When protests erupted after George Floyd’s death two weeks ago, Academy of Art University guard Dante Williams was looking for more support against systemic racism. Not only did he find it, but he started an initiative of his own.
With the help of Krystle Evans, the senior woman administrator and women’s basketball coach at the school, Williams started a GoFundMe account, “More than an Athlete.” All proceeds go to the NAACP Legal Defense and Educational Fund.
“This is my first time doing anything like this,” Williams said. “Once I felt like my voice could do something, I wanted to do more.”
He took issue with Art U’s initial silence on the killing of Floyd, at the hand of Minneapolis police. As other colleges and universities posted on social media, Williams was looking for a statement of condemnation on the killing, and on racial injustice.
“I called out my school, because I didn’t appreciate how quiet they were on Twitter,” he said.
After Art U tweeted a statement, Evans called Williams, and they ended up in a long discussion. It culminated in a decision to start “More than an Athlete,” which Evans got off the ground and then Williams took the reins. The fund collected more than $2,000 by the second day. They plan to continue the fundraiser until June 19 – Juneteenth – a holiday to celebrate freedom from slavery in the United States.
“Dante has always been vocal about racial injustice issues, and speaking with him gave me the idea to acknowledge racial injustice and Juneteenth through the platform of athletes,” Evans said. “I simply helped him to structure his thoughts, and started the fundraising aspect for him to jump start things.”
Evans said both have been working hard to raise funds, as a disproportionate number of Blacks are arrested or have run-ins with police.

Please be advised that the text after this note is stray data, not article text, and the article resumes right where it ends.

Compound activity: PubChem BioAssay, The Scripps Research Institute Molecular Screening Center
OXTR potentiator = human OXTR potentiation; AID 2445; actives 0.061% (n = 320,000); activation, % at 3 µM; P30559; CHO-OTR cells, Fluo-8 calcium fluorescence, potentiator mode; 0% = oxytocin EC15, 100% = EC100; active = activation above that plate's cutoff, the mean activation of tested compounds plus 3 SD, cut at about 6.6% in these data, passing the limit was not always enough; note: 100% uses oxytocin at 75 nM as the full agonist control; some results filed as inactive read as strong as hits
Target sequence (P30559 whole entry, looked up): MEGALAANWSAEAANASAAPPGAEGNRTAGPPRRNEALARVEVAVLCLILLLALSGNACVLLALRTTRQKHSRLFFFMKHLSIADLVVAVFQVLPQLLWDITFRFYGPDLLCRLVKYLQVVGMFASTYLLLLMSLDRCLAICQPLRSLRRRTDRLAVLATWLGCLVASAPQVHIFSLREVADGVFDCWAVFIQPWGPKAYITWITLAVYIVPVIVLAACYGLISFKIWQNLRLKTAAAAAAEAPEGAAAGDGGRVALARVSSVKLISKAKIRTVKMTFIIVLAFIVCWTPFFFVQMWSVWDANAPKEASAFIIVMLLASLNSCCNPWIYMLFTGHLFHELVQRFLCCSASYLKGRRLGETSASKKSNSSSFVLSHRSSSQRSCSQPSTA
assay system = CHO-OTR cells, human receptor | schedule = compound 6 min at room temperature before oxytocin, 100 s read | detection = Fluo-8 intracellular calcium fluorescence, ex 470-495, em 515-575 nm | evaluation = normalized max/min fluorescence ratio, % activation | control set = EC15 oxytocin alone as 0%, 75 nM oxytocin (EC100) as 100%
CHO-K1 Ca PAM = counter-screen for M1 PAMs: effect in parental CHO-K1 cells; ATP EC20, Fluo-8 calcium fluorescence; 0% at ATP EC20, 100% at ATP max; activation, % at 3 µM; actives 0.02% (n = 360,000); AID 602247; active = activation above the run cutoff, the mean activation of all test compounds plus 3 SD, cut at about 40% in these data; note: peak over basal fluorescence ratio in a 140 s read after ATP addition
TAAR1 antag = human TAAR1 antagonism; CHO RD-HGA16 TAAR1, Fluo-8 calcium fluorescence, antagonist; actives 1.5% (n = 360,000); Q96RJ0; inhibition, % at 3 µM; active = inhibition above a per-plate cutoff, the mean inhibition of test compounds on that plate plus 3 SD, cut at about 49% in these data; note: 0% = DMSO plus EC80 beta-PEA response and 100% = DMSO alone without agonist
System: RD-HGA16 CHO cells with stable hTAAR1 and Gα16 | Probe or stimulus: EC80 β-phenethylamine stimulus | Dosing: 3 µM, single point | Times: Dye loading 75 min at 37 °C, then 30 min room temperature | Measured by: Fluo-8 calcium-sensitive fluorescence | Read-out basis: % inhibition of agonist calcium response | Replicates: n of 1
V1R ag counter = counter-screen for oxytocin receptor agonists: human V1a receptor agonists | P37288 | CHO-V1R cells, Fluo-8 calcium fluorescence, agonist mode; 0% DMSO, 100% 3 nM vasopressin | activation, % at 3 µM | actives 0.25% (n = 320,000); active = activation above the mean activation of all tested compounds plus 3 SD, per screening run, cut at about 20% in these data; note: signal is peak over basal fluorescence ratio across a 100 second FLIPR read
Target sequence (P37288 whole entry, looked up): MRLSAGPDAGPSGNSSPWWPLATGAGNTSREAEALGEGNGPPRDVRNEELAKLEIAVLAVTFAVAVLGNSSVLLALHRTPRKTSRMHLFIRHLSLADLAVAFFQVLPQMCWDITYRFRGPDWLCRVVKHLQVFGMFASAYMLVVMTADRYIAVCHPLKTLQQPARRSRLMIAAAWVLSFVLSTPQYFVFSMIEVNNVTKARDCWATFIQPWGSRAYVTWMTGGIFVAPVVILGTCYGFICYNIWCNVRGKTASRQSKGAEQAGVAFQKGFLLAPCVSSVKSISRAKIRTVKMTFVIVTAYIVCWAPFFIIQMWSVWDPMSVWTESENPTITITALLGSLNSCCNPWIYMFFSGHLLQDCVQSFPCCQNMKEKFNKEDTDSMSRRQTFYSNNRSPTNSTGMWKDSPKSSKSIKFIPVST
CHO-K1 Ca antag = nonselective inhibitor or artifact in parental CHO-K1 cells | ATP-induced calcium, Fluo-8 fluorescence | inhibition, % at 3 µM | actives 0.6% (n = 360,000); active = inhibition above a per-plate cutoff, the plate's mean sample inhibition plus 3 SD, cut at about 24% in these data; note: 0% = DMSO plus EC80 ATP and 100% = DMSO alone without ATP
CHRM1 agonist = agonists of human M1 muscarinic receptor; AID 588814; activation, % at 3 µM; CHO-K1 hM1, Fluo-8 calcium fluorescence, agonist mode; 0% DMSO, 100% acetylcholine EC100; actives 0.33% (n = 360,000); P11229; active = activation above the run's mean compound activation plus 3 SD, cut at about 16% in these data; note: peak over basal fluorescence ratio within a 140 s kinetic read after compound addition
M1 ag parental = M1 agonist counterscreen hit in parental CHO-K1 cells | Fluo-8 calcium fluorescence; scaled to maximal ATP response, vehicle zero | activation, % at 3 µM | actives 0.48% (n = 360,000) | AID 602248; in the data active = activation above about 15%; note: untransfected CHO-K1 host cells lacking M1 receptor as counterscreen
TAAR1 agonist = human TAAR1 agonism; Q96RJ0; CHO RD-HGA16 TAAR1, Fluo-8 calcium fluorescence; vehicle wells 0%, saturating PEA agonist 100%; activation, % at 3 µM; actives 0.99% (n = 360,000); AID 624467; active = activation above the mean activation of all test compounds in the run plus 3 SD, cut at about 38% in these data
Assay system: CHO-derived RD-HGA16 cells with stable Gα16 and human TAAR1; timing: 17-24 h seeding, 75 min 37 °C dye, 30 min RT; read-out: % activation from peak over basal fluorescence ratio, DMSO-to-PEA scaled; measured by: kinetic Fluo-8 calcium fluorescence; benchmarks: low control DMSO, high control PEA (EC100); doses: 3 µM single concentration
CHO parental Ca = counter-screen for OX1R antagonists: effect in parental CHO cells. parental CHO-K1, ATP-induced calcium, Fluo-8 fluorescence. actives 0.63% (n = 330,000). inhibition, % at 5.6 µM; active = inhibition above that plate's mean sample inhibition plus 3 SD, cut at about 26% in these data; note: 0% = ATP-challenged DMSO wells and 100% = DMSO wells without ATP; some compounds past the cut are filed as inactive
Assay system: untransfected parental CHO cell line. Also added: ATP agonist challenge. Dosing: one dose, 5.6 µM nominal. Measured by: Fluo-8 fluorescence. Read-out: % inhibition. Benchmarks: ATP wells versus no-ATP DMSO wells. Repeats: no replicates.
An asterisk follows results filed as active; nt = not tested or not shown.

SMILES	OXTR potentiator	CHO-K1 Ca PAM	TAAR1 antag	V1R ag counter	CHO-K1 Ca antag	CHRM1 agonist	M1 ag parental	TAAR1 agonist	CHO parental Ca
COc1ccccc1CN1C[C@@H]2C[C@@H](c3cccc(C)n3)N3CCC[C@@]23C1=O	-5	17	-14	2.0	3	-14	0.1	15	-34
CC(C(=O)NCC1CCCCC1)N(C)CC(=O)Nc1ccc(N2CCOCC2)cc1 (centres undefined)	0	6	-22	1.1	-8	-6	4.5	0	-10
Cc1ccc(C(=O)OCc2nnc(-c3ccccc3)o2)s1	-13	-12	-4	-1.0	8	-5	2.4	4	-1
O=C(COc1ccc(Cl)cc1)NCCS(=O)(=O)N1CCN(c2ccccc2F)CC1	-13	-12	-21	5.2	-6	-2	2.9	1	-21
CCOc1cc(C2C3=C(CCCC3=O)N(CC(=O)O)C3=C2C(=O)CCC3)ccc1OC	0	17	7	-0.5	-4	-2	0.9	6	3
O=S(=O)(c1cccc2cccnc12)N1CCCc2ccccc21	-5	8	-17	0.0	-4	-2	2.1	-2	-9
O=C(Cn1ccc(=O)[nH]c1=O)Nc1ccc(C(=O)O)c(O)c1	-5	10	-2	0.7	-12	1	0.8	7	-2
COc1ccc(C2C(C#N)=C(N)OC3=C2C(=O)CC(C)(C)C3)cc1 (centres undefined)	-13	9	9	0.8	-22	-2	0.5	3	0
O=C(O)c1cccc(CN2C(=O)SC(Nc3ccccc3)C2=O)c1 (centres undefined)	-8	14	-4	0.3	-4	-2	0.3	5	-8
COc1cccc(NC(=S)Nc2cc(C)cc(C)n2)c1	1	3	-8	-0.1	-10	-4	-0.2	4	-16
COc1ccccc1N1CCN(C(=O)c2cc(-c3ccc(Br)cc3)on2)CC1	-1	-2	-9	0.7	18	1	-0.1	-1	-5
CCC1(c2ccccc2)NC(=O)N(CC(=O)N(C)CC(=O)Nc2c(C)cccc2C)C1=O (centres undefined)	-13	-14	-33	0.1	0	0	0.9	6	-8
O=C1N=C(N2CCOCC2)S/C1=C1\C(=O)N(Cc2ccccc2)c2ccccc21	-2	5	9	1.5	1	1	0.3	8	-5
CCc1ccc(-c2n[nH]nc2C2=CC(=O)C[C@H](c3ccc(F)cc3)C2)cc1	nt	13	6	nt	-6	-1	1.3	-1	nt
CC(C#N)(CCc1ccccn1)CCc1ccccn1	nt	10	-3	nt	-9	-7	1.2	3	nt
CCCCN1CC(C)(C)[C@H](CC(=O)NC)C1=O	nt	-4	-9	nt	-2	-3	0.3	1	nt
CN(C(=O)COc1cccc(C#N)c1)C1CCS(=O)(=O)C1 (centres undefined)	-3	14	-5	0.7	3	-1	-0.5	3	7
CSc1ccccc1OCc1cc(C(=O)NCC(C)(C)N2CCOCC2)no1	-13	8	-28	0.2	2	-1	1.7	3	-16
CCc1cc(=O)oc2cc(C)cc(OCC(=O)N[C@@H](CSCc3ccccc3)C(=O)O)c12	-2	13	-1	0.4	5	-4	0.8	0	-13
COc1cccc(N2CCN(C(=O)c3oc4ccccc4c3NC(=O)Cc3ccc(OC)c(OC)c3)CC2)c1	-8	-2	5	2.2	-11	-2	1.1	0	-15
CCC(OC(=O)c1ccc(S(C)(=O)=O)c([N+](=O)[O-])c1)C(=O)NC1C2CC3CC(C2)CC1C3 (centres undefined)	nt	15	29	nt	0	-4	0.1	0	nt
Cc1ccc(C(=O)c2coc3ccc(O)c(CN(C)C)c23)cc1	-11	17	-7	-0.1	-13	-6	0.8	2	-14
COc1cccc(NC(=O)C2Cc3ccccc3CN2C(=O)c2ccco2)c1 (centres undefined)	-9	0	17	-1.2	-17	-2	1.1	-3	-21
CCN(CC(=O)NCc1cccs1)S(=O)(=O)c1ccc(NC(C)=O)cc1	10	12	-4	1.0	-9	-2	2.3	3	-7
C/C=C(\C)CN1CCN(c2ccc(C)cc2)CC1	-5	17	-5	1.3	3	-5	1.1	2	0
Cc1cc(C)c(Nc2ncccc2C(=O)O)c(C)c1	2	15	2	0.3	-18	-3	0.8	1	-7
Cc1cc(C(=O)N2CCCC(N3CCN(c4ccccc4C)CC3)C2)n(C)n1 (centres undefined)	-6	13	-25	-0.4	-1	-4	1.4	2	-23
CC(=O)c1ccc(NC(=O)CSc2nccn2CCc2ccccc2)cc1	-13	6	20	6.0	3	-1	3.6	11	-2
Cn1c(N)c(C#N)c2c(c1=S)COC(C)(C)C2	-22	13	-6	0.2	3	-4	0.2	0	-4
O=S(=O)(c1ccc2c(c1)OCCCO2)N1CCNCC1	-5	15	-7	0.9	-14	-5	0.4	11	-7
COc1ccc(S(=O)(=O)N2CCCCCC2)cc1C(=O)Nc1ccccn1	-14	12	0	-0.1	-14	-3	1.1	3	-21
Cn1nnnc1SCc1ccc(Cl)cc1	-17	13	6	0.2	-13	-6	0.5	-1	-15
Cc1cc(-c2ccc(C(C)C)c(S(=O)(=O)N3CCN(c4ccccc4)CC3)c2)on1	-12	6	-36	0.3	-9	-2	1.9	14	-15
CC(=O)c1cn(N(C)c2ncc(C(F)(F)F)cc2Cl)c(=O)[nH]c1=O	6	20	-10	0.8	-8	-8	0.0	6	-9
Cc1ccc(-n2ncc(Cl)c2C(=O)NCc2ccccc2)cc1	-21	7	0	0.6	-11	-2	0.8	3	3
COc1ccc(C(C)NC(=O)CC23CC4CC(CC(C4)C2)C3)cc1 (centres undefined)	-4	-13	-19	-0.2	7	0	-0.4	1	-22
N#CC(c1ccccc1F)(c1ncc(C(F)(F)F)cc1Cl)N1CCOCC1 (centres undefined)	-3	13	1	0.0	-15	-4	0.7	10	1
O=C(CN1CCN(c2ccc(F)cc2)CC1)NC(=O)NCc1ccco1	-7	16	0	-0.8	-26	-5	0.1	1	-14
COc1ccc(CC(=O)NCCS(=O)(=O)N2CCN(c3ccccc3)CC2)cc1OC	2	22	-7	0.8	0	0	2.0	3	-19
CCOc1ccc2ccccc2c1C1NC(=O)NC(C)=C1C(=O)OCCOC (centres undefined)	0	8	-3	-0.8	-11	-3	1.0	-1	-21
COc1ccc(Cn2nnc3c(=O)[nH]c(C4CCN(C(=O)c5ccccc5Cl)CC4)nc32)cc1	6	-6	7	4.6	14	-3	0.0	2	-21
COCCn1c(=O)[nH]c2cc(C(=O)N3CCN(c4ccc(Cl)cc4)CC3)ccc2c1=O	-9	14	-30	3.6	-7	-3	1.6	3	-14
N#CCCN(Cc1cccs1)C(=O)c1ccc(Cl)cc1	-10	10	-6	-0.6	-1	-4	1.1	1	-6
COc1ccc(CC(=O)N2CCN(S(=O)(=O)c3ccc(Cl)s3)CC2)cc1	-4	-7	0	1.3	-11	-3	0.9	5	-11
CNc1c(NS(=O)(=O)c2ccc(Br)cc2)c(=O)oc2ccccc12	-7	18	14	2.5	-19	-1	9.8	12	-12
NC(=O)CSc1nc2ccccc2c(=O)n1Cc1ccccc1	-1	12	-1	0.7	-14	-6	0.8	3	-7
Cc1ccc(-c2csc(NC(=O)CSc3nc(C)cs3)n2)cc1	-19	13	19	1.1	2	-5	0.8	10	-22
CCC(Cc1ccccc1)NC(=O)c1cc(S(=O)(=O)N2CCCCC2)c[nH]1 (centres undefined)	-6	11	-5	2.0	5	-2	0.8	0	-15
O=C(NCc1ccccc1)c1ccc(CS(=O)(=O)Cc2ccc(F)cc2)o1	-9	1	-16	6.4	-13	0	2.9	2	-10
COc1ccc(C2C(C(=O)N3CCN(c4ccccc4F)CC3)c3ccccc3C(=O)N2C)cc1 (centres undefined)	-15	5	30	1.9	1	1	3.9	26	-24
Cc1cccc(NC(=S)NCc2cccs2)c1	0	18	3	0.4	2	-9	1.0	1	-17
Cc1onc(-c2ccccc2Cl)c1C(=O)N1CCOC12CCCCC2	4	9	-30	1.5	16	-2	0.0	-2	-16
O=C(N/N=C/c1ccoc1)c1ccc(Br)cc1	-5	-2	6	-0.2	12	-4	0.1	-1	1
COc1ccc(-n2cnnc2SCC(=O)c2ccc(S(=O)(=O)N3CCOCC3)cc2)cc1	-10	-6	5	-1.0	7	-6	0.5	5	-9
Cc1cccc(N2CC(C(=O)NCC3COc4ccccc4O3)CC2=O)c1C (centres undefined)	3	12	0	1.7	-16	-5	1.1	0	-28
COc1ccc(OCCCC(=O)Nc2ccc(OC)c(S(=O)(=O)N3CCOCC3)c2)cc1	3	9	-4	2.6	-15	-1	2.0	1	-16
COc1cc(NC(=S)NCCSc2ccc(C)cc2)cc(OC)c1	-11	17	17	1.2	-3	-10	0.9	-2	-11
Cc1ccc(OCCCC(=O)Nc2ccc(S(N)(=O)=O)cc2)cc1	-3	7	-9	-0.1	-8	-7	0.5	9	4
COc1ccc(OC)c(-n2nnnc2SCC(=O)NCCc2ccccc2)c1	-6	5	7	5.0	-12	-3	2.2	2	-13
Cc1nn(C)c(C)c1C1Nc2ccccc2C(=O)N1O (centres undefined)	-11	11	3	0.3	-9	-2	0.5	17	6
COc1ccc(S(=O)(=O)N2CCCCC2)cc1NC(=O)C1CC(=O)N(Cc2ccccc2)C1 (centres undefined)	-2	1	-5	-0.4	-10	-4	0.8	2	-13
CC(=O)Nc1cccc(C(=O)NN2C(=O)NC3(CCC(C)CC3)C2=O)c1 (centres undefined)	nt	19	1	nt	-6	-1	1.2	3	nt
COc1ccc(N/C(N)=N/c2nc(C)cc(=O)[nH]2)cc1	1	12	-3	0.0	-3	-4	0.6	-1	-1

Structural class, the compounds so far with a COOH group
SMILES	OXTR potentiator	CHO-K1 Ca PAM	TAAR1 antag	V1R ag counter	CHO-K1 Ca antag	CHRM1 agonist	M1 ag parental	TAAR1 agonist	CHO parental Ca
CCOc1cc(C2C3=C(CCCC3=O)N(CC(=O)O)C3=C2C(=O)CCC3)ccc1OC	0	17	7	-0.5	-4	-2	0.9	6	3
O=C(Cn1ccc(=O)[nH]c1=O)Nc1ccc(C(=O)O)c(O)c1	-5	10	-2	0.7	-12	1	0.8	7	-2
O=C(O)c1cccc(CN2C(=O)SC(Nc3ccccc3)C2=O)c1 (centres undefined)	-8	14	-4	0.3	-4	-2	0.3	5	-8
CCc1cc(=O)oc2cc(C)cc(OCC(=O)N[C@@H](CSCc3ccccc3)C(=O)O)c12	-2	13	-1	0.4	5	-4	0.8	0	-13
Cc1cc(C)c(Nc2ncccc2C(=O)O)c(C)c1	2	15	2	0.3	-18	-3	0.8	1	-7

“Dante has been calling, texting and posting on social media to get others involved,” she said. “I have followed his lead, as well as an instructor at our school who is a former softball player.”
For Compton native Williams, the nationwide protests over Floyd’s death, and police brutality, hit close to home. He had two frightening encounters with police by the time he was 20 years old.
The first was when he was 16, and was walking to the library. Officers pulled up next to him and jumped out of their car, guns drawn. They told him he fit the description of a man who had just robbed a nearby Target.
Two years ago Williams was a passenger in a car with one of his coaches, when a police car made a U-turn to stop them. They walked up to the car, guns drawn, and had the two men sit in the back of their car.
“We asked them why they stopped us, and they said we were two inches over the crosswalk,” Williams said.
In a short video, Williams said he is a target because of his skin color and his tattoos.
“I want that to change not only for myself, but for my community,” he said.
Evans said they are asking people to donate $6.19, in honor of Juneteenth. On that day they will launch a video that depicts how athletes have always been involved in social justice initiatives. After that they will release the funds raised to the NAACP Legal Defense Fund.
“We hope this also encourages people to look up the meaning of Juneteenth,” Evans said.